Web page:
What are the side effects of chemotherapy? : 

What are the side effects of chemotherapy?

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SKIN Alopecia Hair loss occurs because chemotherapy can sometimes damage healthy cells. It is so common because hair follicle cells multiply very quickly like cancer cells and chemotherapy drugs have difficulty in discerning the difference.

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GASTROINTESTINAL SYSTEM can cause irritation which can eventually lead to inflammation of the mouth, a condition known as stomatitis . A stinging sensation in the throat may develop and lead to dysphagia (difficulty in swallowing). Management: Good oral hygiene

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Nausea & Vomiting- most common side effects of chemotherapy and may persist for as long as 24-48 hrs. after its administration. Mucositis – inflammation of the mucosal lining

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Diarrhea can also be a side effect of chemotherapy. Caused by the destruction of normal, dividing cells of the gastrointestinal (GI) tract, diarrhea varies from patient to patient. It is better managed if treated early RENAL SYSTEM Rapid tumor cell lysis- increased urinary excretion of uric acid, which can cause renal damage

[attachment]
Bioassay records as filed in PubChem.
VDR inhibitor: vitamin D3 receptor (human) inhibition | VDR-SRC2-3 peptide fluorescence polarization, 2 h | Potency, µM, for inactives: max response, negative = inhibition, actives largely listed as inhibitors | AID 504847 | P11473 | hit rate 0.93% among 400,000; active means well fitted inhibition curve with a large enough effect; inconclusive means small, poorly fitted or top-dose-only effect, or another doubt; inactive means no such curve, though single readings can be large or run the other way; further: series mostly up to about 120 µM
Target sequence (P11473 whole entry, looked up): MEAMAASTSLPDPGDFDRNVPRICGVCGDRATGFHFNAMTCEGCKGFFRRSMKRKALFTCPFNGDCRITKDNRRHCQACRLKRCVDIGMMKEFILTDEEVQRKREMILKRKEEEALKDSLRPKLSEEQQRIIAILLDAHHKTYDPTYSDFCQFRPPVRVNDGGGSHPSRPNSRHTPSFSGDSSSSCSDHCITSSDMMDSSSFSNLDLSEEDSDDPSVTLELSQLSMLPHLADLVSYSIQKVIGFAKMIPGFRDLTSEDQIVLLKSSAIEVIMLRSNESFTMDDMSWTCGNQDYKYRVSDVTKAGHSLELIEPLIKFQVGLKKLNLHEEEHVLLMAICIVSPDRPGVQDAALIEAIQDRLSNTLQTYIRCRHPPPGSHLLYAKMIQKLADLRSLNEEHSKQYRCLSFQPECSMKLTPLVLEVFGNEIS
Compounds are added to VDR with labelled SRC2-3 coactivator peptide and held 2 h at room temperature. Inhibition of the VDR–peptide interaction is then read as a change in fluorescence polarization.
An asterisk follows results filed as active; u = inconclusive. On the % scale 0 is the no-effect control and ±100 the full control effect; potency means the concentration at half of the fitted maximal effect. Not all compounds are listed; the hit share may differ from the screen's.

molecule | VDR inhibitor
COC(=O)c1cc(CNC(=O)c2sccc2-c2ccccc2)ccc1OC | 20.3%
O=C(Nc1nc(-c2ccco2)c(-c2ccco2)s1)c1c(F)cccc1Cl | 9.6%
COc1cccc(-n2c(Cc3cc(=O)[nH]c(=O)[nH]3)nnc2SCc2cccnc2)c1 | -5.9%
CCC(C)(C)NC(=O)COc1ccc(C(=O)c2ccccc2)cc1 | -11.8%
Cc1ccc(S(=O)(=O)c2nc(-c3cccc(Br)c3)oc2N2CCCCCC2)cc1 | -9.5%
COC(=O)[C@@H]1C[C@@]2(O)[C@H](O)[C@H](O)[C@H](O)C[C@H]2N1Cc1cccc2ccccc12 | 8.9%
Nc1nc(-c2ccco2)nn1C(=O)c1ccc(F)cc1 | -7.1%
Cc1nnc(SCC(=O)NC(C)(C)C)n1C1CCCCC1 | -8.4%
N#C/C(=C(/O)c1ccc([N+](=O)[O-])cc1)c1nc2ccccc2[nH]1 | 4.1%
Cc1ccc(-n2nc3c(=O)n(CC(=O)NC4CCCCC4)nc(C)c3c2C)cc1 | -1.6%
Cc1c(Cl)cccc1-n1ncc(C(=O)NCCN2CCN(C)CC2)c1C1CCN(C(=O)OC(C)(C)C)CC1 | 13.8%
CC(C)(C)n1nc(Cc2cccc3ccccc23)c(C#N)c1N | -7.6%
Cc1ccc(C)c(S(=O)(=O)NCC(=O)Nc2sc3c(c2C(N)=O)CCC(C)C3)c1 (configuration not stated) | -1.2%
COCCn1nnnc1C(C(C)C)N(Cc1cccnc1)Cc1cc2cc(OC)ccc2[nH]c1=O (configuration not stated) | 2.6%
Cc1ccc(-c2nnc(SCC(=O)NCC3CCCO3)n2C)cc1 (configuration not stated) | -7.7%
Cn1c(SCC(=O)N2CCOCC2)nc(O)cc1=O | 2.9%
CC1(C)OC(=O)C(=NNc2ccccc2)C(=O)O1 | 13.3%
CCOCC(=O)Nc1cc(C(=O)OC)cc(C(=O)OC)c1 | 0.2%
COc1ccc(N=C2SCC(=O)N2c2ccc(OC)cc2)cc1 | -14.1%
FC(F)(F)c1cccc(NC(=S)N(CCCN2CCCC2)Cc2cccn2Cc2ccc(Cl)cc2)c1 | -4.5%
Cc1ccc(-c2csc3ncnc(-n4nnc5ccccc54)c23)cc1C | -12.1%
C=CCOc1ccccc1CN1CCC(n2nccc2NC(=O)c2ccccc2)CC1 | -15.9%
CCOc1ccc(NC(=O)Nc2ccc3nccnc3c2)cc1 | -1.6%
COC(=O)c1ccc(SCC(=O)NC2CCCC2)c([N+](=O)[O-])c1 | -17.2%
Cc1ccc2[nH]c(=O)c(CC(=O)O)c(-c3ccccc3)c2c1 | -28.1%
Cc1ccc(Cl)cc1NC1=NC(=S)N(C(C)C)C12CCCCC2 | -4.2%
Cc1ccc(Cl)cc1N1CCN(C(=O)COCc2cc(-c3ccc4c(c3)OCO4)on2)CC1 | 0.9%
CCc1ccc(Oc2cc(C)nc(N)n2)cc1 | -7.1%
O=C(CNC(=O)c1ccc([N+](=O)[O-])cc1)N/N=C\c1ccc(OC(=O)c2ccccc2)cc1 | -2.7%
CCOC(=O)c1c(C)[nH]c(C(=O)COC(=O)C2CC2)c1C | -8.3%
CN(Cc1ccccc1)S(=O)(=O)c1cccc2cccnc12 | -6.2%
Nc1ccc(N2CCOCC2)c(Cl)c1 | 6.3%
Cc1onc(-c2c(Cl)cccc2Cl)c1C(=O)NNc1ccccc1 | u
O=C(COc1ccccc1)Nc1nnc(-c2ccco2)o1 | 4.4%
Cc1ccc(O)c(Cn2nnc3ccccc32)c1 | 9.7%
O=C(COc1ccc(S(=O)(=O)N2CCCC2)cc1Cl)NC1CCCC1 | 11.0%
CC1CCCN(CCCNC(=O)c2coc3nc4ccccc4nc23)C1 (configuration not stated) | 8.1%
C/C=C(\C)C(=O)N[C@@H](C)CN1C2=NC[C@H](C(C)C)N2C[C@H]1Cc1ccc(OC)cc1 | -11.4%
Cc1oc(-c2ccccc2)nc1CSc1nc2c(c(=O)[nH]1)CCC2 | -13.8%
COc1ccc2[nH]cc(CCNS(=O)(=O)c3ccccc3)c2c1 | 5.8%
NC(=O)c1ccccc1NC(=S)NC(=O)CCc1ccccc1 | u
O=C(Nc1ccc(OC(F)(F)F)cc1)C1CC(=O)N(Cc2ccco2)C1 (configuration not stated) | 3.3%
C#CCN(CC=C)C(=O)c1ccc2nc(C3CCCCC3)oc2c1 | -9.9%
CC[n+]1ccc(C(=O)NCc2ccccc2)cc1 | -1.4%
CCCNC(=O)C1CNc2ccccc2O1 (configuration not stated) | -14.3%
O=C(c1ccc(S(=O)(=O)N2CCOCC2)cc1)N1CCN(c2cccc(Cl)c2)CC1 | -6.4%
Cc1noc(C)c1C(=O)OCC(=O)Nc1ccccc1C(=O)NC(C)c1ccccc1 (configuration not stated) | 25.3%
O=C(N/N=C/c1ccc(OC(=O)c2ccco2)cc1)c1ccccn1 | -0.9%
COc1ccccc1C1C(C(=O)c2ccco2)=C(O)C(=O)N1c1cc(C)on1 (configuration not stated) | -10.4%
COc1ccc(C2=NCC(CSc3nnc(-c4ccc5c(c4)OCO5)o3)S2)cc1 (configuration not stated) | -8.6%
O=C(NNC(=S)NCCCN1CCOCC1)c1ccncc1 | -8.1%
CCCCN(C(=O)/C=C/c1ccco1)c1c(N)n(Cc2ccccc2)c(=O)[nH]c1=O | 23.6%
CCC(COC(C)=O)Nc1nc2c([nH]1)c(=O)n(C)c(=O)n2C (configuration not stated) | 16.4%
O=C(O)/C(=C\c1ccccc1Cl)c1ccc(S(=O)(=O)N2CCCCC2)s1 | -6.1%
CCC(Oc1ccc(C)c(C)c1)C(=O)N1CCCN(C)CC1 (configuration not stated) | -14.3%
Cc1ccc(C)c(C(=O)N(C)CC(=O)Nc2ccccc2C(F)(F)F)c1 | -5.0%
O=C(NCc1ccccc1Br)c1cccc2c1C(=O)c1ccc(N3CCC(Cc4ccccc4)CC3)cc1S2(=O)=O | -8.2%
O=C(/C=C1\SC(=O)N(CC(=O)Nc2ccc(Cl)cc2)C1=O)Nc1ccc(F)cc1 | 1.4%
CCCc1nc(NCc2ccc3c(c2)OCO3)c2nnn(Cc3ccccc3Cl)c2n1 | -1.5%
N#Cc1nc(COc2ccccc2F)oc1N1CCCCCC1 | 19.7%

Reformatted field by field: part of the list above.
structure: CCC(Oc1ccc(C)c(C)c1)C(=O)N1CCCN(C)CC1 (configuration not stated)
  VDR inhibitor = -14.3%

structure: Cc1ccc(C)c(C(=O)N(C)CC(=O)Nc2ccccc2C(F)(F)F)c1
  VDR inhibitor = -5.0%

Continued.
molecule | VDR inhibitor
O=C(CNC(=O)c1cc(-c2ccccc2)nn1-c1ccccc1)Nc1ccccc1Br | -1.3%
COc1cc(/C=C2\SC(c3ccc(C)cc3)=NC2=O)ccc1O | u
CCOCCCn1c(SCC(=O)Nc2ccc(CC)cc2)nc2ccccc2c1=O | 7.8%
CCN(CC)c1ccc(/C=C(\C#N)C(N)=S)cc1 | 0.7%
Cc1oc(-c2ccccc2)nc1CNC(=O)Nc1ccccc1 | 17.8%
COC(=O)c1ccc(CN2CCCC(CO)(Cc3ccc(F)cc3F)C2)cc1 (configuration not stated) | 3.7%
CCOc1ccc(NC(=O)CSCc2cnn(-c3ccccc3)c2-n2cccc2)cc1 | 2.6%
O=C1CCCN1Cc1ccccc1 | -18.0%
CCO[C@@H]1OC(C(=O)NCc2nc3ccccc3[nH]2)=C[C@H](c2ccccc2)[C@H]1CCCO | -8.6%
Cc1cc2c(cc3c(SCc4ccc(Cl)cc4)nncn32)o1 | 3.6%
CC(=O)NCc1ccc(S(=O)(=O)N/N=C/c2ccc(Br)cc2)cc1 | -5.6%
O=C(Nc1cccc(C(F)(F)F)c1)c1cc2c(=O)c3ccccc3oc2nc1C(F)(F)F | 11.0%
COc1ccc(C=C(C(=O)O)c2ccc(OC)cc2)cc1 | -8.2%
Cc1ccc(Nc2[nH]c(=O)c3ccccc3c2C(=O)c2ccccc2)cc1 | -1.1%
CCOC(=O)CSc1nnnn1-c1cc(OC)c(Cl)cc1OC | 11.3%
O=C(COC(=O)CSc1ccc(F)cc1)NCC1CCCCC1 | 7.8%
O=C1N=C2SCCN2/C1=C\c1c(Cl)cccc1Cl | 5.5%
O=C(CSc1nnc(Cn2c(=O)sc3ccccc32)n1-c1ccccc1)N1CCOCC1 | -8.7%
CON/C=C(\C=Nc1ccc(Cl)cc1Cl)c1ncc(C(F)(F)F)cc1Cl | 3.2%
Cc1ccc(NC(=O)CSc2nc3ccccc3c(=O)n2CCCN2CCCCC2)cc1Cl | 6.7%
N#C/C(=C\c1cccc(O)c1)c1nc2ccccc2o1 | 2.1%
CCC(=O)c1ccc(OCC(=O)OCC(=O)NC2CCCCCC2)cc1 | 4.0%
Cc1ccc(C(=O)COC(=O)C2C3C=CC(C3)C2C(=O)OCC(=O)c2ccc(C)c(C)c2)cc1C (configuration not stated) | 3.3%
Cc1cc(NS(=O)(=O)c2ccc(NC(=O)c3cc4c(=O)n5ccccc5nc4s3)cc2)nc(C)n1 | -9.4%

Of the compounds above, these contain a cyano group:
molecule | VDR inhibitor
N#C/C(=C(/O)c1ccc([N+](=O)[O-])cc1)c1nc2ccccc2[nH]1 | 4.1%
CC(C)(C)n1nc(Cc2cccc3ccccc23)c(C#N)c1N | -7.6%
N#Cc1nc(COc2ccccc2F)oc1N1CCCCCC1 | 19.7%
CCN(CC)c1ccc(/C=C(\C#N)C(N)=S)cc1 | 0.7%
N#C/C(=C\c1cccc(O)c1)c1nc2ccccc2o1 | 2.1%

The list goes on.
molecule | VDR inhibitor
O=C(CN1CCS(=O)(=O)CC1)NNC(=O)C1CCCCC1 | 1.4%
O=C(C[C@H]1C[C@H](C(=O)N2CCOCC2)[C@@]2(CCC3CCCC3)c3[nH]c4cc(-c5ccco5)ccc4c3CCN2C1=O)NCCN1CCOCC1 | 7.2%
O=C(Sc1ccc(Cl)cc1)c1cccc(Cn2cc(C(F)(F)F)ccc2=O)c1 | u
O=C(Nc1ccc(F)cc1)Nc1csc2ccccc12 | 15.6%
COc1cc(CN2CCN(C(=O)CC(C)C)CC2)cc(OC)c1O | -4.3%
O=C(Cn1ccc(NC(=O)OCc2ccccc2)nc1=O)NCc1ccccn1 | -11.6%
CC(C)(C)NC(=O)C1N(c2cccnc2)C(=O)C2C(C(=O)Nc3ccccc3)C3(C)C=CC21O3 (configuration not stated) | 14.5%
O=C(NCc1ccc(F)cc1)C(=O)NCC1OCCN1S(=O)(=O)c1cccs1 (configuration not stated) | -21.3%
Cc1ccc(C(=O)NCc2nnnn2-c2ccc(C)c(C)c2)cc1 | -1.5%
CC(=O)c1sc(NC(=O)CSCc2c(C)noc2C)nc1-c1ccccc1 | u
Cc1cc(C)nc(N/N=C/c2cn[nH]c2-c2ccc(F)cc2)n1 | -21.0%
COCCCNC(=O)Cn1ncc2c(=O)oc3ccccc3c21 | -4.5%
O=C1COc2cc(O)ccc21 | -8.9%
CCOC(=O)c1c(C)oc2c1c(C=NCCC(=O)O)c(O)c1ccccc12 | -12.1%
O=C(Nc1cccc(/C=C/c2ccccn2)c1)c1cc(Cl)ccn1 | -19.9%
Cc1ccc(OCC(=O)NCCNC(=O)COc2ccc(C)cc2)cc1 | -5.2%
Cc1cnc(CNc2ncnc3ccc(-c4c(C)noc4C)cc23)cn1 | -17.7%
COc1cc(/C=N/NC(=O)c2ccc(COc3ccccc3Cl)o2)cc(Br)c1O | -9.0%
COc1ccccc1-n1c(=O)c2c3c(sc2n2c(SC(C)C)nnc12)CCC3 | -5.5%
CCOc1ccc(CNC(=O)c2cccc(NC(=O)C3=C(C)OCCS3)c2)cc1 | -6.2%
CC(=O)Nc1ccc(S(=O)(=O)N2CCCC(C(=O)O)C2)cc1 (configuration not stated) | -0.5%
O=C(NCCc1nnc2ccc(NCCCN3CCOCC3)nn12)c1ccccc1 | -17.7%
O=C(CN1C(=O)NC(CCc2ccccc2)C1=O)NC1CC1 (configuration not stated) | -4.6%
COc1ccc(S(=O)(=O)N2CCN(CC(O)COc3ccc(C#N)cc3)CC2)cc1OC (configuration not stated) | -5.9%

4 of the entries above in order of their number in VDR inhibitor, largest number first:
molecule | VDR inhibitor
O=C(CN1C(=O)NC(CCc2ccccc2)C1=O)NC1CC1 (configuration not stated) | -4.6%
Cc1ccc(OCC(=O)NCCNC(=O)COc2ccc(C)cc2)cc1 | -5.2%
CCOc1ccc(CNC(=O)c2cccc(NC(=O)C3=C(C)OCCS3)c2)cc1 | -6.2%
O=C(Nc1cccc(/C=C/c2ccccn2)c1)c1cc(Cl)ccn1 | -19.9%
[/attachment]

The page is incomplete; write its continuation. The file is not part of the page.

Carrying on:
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HEMATOPOIETIC SYSTEM Myelosuppression- depression of bone marrow function, resulting in decreased production of blood cells. Decreases the number of RBCs (anemia), WBCs (leukopenia) and platelets (thrombocytopenia)

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Colony-stimulating factor: G-CSF (granulocyte-colony stimulating factor) GM-CSF (granulocyte macrophage colony-stimulating factor) EPO (erythropoietin)

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REPRODUCTIVE SYSTEM take effective contraceptive precautions when having chemotherapy, as the chemotherapy drugs might harm the baby if pregnancy occurs. In some women, chemotherapy brings on an early menopause. This may cause symptoms such as dryness of the vagina and a decreased interest in sex.

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NEUROLOGIC SYSTEM Peripheral neuropathies Loss of deep tendon reflexes Paralytic ileus MISCELLANEOUS Fatigue Alopecia

Nursing Management in Chemotherapy : 

Nursing Management in Chemotherapy

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Assess fluid and electrolyte status (Anorexia, nausea & vomiting, altered taste and diarrhea put patient at risk) Modifying risk for infection and bleeding (suppression of the bone marrow and immune system)

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Administering Chemotherapy - patient is observed for extravasation (particularly of vesicant agents, which may produce necrosis if deposited in subcutaneous tissues Protect caregivers

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Prepared by: Riozamay S. Causapin Percilla Patriciah de Guzman